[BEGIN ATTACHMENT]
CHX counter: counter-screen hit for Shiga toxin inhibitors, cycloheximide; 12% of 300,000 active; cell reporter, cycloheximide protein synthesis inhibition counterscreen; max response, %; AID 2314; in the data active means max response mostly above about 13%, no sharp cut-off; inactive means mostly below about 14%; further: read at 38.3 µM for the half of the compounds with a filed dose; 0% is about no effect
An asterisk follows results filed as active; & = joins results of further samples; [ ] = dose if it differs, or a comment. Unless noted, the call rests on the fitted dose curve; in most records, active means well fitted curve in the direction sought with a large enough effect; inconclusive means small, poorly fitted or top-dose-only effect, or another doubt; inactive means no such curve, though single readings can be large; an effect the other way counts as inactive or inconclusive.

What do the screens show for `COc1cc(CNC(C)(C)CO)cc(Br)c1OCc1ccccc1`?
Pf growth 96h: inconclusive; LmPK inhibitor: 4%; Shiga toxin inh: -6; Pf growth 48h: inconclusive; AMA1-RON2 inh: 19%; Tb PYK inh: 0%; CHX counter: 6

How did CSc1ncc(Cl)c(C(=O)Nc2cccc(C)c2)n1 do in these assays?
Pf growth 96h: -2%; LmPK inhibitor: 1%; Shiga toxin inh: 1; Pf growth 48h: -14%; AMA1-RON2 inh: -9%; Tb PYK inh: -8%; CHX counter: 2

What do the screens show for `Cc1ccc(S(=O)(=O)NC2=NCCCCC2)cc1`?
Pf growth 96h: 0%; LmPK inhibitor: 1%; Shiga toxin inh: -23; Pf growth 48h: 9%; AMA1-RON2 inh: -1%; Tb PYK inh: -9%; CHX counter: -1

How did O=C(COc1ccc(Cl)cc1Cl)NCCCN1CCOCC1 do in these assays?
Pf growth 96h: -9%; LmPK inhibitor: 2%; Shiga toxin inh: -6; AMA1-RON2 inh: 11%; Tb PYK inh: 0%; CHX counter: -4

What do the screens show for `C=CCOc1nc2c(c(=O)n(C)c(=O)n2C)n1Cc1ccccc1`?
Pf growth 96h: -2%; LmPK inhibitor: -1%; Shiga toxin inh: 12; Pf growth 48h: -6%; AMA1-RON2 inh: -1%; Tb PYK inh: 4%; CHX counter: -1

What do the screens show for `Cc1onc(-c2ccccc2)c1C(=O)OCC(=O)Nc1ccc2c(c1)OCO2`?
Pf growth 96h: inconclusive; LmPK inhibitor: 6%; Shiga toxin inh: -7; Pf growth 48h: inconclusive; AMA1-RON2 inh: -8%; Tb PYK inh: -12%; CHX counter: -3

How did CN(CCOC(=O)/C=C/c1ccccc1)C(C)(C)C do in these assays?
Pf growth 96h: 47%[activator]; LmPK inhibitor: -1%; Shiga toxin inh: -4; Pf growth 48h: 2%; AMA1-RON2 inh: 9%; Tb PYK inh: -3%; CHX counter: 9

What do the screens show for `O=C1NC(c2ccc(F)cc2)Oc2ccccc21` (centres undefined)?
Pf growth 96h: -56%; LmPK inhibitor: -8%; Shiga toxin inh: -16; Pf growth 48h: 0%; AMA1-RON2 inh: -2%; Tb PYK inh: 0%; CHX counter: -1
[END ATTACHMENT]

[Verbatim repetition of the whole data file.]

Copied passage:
CHX counter: counter-screen hit for Shiga toxin inhibitors, cycloheximide; 12% of 300,000 active; cell reporter, cycloheximide protein synthesis inhibition counterscreen; max response, %; AID 2314; in the data active means max response mostly above about 13%, no sharp cut-off; inactive means mostly below about 14%; further: read at 38.3 µM for the half of the compounds with a filed dose; 0% is about no effect
An asterisk follows results filed as active; & = joins results of further samples; [ ] = dose if it differs, or a comment. Unless noted, the call rests on the fitted dose curve; in most records, active means well fitted curve in the direction sought with a large enough effect; inconclusive means small, poorly fitted or top-dose-only effect, or another doubt; inactive means no such curve, though single readings can be large; an effect the other way counts as inactive or inconclusive.

What do the screens show for `COc1cc(CNC(C)(C)CO)cc(Br)c1OCc1ccccc1`?
Pf growth 96h: inconclusive; LmPK inhibitor: 4%; Shiga toxin inh: -6; Pf growth 48h: inconclusive; AMA1-RON2 inh: 19%; Tb PYK inh: 0%; CHX counter: 6

How did CSc1ncc(Cl)c(C(=O)Nc2cccc(C)c2)n1 do in these assays?
Pf growth 96h: -2%; LmPK inhibitor: 1%; Shiga toxin inh: 1; Pf growth 48h: -14%; AMA1-RON2 inh: -9%; Tb PYK inh: -8%; CHX counter: 2

What do the screens show for `Cc1ccc(S(=O)(=O)NC2=NCCCCC2)cc1`?
Pf growth 96h: 0%; LmPK inhibitor: 1%; Shiga toxin inh: -23; Pf growth 48h: 9%; AMA1-RON2 inh: -1%; Tb PYK inh: -9%; CHX counter: -1

How did O=C(COc1ccc(Cl)cc1Cl)NCCCN1CCOCC1 do in these assays?
Pf growth 96h: -9%; LmPK inhibitor: 2%; Shiga toxin inh: -6; AMA1-RON2 inh: 11%; Tb PYK inh: 0%; CHX counter: -4

What do the screens show for `C=CCOc1nc2c(c(=O)n(C)c(=O)n2C)n1Cc1ccccc1`?
Pf growth 96h: -2%; LmPK inhibitor: -1%; Shiga toxin inh: 12; Pf growth 48h: -6%; AMA1-RON2 inh: -1%; Tb PYK inh: 4%; CHX counter: -1

What do the screens show for `Cc1onc(-c2ccccc2)c1C(=O)OCC(=O)Nc1ccc2c(c1)OCO2`?
Pf growth 96h: inconclusive; LmPK inhibitor: 6%; Shiga toxin inh: -7; Pf growth 48h: inconclusive; AMA1-RON2 inh: -8%; Tb PYK inh: -12%; CHX counter: -3

How did CN(CCOC(=O)/C=C/c1ccccc1)C(C)(C)C do in these assays?
Pf growth 96h: 47%[activator]; LmPK inhibitor: -1%; Shiga toxin inh: -4; Pf growth 48h: 2%; AMA1-RON2 inh: 9%; Tb PYK inh: -3%; CHX counter: 9

What do the screens show for `O=C1NC(c2ccc(F)cc2)Oc2ccccc21` (centres undefined)?
Pf growth 96h: -56%; LmPK inhibitor: -8%; Shiga toxin inh: -16; Pf growth 48h: 0%; AMA1-RON2 inh: -2%; Tb PYK inh: 0%; CHX counter: -1